5 things to think about when drafting your Law Firm Risk & Compliance CV
Your CV is your route into a new job, but how do you make sure it'll get your the interview? From making your personal profile more meaningful and telling the reader what you're about, to giving a comprehensive overview of your experience, here are the best ways to make your CV stand out from the crowd.
- What you actually do
This sounds obvious, but you would be amazed to see how many candidates under describe their experience and consequently risk missing out on opportunities. Often some of the most significant aspects of a candidate’s experience appear on the CV as a single, lean, bullet point. Candidates frequently avoid detailing the basics of what they do – dealing with partners queries, emailing reports to seniors, researching legal issues on databases X, Y & Z. Why? If it is what you do, include it.
- A meaningful personal profile
This is one of the areas of a CV that can be very frustrating. Candidates pour their heart out in their personal profile but don’t make the effort to qualify their “ambition”, “drive” or “outgoing nature”. These are just words, and the truth is you could take most people’s personal statement, stick it at the top of another person’s CV, and it would still look consistent. This makes it a pretty unreliable source for making a judgement on a candidate’s abilities. The key is to tailor it to your CV and qualify your statements. If you think you are driven to learn, make a reference to the fact you self funded your ICA qualification. If you say you have great stakeholder management experience, detail the sort of stakeholders you have to deal with and in what circumstances. Personal statements should be short, concise and to the point.
- Who is reading your CV?
Whether or not you are going via a recruiter, it may still be that your CV is going via HR. Very often HR professionals are juggling a significant number of roles at any one time and working across different parts of the law firm. If you are applying for a specialist role then there is a strong chance that they will only have a high level overview of what you do. If you use abbreviations in your CV define them the first time they appear. If you undertake complex processes explain what you do.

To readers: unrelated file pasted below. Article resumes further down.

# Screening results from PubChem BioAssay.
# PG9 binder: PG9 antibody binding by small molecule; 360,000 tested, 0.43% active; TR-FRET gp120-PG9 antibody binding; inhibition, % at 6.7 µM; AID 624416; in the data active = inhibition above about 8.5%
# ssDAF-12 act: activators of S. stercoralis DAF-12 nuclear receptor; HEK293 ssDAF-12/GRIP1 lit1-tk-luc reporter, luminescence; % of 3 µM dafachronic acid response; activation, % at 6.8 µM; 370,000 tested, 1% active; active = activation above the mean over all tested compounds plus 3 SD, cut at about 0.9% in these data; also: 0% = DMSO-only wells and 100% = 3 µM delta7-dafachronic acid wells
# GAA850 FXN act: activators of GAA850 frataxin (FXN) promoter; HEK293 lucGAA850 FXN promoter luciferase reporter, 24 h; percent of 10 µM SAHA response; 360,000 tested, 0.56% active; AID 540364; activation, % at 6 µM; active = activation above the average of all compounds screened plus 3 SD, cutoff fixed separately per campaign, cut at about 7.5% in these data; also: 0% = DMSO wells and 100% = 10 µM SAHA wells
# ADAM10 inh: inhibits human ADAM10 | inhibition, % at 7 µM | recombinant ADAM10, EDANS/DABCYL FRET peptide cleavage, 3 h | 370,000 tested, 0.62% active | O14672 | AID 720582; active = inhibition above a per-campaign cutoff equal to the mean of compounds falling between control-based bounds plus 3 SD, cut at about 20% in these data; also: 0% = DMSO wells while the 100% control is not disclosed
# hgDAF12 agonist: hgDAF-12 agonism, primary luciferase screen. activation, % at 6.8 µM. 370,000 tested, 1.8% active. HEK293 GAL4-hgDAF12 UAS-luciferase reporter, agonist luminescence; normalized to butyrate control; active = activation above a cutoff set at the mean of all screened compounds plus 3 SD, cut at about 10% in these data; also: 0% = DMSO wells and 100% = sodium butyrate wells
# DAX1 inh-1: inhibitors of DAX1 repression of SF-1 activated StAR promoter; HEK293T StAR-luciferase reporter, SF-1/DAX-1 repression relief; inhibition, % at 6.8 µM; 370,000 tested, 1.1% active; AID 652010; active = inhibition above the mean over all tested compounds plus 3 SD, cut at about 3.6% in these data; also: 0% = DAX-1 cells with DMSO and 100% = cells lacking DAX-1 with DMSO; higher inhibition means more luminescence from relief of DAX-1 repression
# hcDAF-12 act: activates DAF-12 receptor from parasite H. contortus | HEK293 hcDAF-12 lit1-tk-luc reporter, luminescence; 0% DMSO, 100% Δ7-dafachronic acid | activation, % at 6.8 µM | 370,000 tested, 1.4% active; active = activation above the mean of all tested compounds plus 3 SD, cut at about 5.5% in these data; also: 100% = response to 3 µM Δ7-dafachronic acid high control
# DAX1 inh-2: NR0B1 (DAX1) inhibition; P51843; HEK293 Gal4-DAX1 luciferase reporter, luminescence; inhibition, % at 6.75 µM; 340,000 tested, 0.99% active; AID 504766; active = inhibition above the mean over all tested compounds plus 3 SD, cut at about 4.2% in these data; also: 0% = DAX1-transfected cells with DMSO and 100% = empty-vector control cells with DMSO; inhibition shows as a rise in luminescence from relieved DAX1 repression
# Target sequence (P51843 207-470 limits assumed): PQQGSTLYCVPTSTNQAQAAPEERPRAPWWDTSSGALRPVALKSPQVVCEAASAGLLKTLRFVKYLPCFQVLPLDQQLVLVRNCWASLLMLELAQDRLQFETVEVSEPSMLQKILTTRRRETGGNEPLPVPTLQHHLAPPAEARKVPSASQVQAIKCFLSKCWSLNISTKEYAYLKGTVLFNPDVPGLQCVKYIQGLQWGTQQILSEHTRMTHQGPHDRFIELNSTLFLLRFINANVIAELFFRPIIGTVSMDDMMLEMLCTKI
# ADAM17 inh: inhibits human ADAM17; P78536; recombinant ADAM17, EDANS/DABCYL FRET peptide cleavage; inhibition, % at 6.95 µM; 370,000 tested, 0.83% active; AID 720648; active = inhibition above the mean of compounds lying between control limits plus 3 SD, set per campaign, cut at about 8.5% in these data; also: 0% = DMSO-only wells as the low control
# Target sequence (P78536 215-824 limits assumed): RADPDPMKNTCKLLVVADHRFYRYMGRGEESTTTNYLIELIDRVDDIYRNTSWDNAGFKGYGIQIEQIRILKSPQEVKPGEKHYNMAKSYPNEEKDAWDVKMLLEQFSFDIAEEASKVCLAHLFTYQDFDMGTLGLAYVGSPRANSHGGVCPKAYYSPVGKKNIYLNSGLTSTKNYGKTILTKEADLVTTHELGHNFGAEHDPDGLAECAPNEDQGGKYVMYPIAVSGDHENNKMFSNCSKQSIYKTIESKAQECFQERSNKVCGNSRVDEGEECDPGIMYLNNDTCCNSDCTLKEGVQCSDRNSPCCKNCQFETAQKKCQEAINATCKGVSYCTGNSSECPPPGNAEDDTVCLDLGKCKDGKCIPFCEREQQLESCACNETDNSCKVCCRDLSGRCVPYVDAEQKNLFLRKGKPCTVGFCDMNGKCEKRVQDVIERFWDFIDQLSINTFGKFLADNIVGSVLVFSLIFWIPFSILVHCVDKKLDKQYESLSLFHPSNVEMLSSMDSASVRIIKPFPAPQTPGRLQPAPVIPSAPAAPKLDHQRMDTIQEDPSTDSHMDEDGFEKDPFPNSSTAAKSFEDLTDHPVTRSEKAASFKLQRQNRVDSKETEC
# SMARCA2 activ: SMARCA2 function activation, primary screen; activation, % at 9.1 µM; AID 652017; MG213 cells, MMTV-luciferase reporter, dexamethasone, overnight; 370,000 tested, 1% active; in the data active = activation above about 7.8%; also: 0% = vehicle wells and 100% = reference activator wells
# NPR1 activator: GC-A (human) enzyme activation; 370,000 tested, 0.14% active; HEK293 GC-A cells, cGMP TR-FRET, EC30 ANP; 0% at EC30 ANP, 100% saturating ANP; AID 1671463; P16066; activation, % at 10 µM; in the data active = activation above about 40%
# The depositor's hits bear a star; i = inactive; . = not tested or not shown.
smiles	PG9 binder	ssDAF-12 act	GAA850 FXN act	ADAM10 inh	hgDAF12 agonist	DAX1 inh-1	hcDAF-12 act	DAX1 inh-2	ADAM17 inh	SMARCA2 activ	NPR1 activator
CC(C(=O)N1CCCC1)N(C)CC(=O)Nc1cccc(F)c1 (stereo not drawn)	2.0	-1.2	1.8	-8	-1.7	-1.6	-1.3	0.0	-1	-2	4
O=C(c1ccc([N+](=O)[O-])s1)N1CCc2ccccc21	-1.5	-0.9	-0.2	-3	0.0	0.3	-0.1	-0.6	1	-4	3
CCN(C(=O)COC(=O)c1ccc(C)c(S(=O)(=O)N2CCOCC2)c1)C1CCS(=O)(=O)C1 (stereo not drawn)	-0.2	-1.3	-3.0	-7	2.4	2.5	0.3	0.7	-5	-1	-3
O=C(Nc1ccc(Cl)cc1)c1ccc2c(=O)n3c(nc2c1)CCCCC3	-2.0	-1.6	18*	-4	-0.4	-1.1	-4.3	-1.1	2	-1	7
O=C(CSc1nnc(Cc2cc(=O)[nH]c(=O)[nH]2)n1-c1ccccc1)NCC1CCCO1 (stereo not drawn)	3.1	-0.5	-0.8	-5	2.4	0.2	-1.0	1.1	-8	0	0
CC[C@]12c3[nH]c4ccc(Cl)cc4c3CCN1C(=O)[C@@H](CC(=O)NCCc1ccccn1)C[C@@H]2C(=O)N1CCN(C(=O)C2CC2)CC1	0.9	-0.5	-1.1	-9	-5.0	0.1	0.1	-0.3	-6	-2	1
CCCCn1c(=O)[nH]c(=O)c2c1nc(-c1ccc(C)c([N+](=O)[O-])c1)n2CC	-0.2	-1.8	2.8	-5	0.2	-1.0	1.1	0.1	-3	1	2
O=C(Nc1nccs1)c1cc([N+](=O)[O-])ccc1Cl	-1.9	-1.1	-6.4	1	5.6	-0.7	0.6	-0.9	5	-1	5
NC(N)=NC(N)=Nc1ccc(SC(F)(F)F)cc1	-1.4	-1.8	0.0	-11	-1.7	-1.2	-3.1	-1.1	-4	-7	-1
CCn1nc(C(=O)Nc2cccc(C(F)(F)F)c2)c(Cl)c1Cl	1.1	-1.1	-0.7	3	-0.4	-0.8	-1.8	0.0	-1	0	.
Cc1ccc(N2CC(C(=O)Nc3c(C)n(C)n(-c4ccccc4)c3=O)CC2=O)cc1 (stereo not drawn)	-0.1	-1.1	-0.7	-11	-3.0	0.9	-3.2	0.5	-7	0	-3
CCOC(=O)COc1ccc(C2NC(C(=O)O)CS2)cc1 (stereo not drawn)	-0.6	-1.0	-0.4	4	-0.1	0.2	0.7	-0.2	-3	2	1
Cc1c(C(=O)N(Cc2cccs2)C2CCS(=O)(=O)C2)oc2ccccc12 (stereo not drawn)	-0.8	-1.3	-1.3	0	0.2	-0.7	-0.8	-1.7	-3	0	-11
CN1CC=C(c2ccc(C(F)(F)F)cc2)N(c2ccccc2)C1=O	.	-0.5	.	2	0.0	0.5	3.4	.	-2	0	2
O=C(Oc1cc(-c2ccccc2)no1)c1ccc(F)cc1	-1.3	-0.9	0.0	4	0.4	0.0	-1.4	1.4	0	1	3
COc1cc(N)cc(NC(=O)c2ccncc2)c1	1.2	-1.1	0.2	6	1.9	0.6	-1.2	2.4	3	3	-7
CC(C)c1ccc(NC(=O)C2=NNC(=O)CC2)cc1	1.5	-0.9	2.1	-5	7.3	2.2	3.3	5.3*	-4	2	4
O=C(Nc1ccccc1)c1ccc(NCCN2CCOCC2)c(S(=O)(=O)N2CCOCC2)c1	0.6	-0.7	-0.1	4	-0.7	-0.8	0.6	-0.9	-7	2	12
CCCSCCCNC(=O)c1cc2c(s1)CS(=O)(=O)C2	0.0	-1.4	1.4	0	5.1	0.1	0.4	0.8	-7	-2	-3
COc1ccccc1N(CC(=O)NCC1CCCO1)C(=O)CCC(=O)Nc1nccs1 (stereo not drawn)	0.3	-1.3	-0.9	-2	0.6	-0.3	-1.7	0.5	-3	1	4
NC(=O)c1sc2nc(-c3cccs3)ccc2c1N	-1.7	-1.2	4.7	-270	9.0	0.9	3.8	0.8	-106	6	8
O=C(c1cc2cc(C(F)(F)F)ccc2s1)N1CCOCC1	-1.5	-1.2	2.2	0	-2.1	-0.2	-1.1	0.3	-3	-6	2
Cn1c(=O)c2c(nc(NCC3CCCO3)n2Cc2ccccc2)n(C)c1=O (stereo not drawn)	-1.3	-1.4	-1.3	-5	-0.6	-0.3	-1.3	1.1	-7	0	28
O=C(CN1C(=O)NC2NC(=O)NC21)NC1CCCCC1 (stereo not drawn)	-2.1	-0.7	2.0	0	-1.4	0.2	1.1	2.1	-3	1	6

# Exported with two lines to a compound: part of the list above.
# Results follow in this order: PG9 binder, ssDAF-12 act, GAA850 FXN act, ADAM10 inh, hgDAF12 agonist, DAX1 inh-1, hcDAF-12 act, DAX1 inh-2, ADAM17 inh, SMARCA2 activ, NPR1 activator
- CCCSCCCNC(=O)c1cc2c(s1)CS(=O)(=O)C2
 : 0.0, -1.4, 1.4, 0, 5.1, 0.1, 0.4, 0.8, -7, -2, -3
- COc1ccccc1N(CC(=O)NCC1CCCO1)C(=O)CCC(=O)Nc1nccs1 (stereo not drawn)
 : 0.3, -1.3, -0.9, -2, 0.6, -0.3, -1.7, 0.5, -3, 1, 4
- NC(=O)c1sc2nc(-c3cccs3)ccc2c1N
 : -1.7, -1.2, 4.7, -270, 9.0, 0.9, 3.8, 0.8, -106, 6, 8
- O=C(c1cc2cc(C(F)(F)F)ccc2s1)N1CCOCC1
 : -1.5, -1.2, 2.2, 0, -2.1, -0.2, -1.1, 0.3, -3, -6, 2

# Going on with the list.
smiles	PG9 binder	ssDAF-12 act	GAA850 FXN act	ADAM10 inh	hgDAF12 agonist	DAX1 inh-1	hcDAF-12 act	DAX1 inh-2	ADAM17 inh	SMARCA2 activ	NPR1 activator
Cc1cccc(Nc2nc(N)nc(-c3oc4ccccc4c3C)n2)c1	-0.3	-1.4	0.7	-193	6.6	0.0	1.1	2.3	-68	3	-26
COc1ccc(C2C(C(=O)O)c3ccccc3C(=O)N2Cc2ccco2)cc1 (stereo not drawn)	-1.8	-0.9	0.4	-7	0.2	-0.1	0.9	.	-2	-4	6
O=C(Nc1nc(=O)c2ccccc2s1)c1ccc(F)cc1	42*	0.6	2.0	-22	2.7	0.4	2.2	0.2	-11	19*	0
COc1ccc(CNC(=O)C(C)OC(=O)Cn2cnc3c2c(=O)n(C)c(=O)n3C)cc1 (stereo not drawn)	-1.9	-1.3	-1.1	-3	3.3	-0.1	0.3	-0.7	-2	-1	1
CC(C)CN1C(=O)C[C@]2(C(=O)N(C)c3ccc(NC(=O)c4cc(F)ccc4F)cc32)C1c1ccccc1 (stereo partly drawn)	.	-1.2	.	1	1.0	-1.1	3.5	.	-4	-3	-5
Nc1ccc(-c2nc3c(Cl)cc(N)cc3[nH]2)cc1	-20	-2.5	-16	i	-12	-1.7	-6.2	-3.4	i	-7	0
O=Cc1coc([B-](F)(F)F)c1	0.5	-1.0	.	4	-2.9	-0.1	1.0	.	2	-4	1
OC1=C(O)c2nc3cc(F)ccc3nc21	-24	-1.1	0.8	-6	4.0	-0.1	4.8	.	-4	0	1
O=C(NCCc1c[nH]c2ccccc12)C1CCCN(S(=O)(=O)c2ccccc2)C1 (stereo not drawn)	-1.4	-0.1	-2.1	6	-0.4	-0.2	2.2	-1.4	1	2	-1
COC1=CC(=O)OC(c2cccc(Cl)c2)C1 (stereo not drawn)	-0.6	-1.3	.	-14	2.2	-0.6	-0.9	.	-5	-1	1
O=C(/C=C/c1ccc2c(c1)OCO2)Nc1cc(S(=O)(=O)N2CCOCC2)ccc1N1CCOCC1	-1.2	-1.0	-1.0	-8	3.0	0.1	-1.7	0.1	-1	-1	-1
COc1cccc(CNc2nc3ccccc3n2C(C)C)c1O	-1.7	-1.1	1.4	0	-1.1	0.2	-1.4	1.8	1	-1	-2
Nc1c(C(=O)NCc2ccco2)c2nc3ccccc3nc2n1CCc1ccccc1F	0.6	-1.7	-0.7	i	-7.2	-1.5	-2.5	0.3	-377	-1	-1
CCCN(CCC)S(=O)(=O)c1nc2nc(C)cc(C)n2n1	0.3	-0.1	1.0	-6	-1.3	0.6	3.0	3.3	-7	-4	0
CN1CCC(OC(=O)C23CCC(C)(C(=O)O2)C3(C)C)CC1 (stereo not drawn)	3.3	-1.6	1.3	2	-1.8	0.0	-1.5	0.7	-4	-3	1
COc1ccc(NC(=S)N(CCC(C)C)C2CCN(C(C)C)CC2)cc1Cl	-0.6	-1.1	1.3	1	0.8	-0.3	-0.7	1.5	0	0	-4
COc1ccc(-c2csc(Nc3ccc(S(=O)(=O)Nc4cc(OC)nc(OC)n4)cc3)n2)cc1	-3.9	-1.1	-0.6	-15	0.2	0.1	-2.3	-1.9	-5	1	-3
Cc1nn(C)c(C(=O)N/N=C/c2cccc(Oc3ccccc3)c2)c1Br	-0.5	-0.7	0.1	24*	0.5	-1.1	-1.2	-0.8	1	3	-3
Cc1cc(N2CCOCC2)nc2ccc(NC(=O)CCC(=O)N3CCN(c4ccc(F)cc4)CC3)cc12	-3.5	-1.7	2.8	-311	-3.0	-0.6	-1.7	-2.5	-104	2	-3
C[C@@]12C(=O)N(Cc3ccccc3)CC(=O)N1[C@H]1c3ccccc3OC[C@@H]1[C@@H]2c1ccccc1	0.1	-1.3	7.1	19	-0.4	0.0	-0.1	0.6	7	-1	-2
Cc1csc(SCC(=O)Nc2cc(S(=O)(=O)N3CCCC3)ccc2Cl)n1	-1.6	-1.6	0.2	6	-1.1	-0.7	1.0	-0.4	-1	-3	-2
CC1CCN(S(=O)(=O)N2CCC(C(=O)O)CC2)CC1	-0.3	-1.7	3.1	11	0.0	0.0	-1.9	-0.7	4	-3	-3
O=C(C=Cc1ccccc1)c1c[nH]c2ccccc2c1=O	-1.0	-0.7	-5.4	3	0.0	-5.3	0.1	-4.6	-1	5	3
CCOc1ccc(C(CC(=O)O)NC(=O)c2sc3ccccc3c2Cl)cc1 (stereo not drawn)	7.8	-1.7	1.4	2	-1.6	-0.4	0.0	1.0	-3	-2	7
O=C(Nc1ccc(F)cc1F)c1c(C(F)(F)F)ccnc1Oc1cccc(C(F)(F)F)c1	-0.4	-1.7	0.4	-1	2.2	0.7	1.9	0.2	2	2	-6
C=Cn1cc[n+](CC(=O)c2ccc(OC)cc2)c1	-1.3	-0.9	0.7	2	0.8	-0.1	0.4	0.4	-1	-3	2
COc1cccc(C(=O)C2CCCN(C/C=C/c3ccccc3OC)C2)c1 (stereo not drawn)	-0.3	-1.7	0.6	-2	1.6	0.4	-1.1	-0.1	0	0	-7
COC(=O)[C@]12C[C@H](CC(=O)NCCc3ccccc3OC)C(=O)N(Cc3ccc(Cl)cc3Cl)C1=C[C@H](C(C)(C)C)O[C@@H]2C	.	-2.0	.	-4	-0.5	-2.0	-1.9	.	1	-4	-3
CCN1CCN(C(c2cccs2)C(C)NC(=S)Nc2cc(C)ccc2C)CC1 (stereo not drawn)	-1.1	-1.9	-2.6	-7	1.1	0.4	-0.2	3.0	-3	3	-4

Make sure to review the job specification and match your CV to the requirements given there – chances are they will be reviewing your CV closely against that document. A good recruiter should help you map your experience to the job spec, especially if you are making a slight move in direction.
Another obvious one but dates are often missing from CVs. There is no need to include exact dates but a month and year for the start and end of each employment is a must.
- Keep things simple
Remember that your CV isn’t the only one that the reviewer has on their desk. At the end of the day it is someone (or several people’s) job to review your details. And everyone wants their job to be as easy as possible right? Now there is absolutely nothing wrong with a long CV. The 2 page CV is a myth, if you have more than 2 pages of relevant information then include it. No-one really thinks the total value of a 10 year experienced head of risk and compliance can be summed up in 2 short pages, but make sure your CV is easy to digest. Reduce the word count and keep things simple. Too often we see candidates convey a piece of experience in a long paragraph which could instead be conveyed in two very concise bullet points. You are not writing a dissertation, you are providing data about your experience.
BONUS 6th POINT!
- DO NOT PAY FOR CV EDITING
The only people that should be discussing how you should amend your CV are those people who really understand what you are editing it for. Not only will recruiters help you edit your CV for free but they understand what the people who are reading it are looking for. WEEDITCVS.COM are unlikely to understand what you do, everything they’ll tell you is guaranteed to be contained within this article, which you’ve just read! So there’s no need to pay to hear this again.